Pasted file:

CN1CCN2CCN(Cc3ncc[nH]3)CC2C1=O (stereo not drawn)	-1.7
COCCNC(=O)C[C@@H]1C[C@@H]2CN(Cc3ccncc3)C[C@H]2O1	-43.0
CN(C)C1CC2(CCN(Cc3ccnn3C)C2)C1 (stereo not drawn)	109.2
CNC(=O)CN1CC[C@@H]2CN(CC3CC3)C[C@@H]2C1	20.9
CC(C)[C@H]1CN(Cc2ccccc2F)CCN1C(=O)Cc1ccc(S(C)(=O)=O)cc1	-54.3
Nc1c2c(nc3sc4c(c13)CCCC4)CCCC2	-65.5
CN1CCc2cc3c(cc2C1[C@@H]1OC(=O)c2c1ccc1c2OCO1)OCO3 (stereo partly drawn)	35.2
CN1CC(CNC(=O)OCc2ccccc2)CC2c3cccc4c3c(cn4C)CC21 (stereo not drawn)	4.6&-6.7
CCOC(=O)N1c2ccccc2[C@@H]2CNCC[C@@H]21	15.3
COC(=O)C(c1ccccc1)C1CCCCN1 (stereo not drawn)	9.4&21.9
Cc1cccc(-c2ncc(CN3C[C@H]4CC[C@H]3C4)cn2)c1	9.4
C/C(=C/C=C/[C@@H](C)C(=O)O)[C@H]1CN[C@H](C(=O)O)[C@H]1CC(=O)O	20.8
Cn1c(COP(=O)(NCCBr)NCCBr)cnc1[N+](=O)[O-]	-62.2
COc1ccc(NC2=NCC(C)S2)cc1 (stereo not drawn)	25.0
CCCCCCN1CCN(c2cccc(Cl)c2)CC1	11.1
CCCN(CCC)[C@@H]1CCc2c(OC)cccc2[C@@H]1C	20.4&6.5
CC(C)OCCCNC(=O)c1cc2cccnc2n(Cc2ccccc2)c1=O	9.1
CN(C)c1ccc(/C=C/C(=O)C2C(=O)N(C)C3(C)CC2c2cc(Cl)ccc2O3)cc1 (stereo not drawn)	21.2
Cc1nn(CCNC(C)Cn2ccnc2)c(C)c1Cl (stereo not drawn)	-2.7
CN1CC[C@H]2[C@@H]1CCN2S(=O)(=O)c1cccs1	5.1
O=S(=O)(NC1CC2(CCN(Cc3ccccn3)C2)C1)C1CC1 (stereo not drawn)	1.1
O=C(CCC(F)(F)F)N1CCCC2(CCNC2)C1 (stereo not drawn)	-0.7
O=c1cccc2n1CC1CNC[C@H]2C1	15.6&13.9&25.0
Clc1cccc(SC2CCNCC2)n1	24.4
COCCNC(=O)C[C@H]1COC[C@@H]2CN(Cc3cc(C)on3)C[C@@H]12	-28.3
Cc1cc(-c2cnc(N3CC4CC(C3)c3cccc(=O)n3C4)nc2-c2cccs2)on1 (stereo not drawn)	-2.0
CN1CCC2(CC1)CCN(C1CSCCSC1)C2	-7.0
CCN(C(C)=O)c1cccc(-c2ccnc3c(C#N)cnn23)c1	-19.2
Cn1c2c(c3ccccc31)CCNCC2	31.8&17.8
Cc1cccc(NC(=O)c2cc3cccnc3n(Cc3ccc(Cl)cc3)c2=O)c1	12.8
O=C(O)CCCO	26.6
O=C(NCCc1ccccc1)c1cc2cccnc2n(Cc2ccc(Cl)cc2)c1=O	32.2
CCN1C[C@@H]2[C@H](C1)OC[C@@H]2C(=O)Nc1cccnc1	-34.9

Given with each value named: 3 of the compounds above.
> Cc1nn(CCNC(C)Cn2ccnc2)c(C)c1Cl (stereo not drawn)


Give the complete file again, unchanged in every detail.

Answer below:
CN1CCN2CCN(Cc3ncc[nH]3)CC2C1=O (stereo not drawn)	-1.7
COCCNC(=O)C[C@@H]1C[C@@H]2CN(Cc3ccncc3)C[C@H]2O1	-43.0
CN(C)C1CC2(CCN(Cc3ccnn3C)C2)C1 (stereo not drawn)	109.2
CNC(=O)CN1CC[C@@H]2CN(CC3CC3)C[C@@H]2C1	20.9
CC(C)[C@H]1CN(Cc2ccccc2F)CCN1C(=O)Cc1ccc(S(C)(=O)=O)cc1	-54.3
Nc1c2c(nc3sc4c(c13)CCCC4)CCCC2	-65.5
CN1CCc2cc3c(cc2C1[C@@H]1OC(=O)c2c1ccc1c2OCO1)OCO3 (stereo partly drawn)	35.2
CN1CC(CNC(=O)OCc2ccccc2)CC2c3cccc4c3c(cn4C)CC21 (stereo not drawn)	4.6&-6.7
CCOC(=O)N1c2ccccc2[C@@H]2CNCC[C@@H]21	15.3
COC(=O)C(c1ccccc1)C1CCCCN1 (stereo not drawn)	9.4&21.9
Cc1cccc(-c2ncc(CN3C[C@H]4CC[C@H]3C4)cn2)c1	9.4
C/C(=C/C=C/[C@@H](C)C(=O)O)[C@H]1CN[C@H](C(=O)O)[C@H]1CC(=O)O	20.8
Cn1c(COP(=O)(NCCBr)NCCBr)cnc1[N+](=O)[O-]	-62.2
COc1ccc(NC2=NCC(C)S2)cc1 (stereo not drawn)	25.0
CCCCCCN1CCN(c2cccc(Cl)c2)CC1	11.1
CCCN(CCC)[C@@H]1CCc2c(OC)cccc2[C@@H]1C	20.4&6.5
CC(C)OCCCNC(=O)c1cc2cccnc2n(Cc2ccccc2)c1=O	9.1
CN(C)c1ccc(/C=C/C(=O)C2C(=O)N(C)C3(C)CC2c2cc(Cl)ccc2O3)cc1 (stereo not drawn)	21.2
Cc1nn(CCNC(C)Cn2ccnc2)c(C)c1Cl (stereo not drawn)	-2.7
CN1CC[C@H]2[C@@H]1CCN2S(=O)(=O)c1cccs1	5.1
O=S(=O)(NC1CC2(CCN(Cc3ccccn3)C2)C1)C1CC1 (stereo not drawn)	1.1
O=C(CCC(F)(F)F)N1CCCC2(CCNC2)C1 (stereo not drawn)	-0.7
O=c1cccc2n1CC1CNC[C@H]2C1	15.6&13.9&25.0
Clc1cccc(SC2CCNCC2)n1	24.4
COCCNC(=O)C[C@H]1COC[C@@H]2CN(Cc3cc(C)on3)C[C@@H]12	-28.3
Cc1cc(-c2cnc(N3CC4CC(C3)c3cccc(=O)n3C4)nc2-c2cccs2)on1 (stereo not drawn)	-2.0
CN1CCC2(CC1)CCN(C1CSCCSC1)C2	-7.0
CCN(C(C)=O)c1cccc(-c2ccnc3c(C#N)cnn23)c1	-19.2
Cn1c2c(c3ccccc31)CCNCC2	31.8&17.8
Cc1cccc(NC(=O)c2cc3cccnc3n(Cc3ccc(Cl)cc3)c2=O)c1	12.8
O=C(O)CCCO	26.6
O=C(NCCc1ccccc1)c1cc2cccnc2n(Cc2ccc(Cl)cc2)c1=O	32.2
CCN1C[C@@H]2[C@H](C1)OC[C@@H]2C(=O)Nc1cccnc1	-34.9

Given with each value named: 3 of the compounds above.
> Cc1nn(CCNC(C)Cn2ccnc2)c(C)c1Cl (stereo not drawn)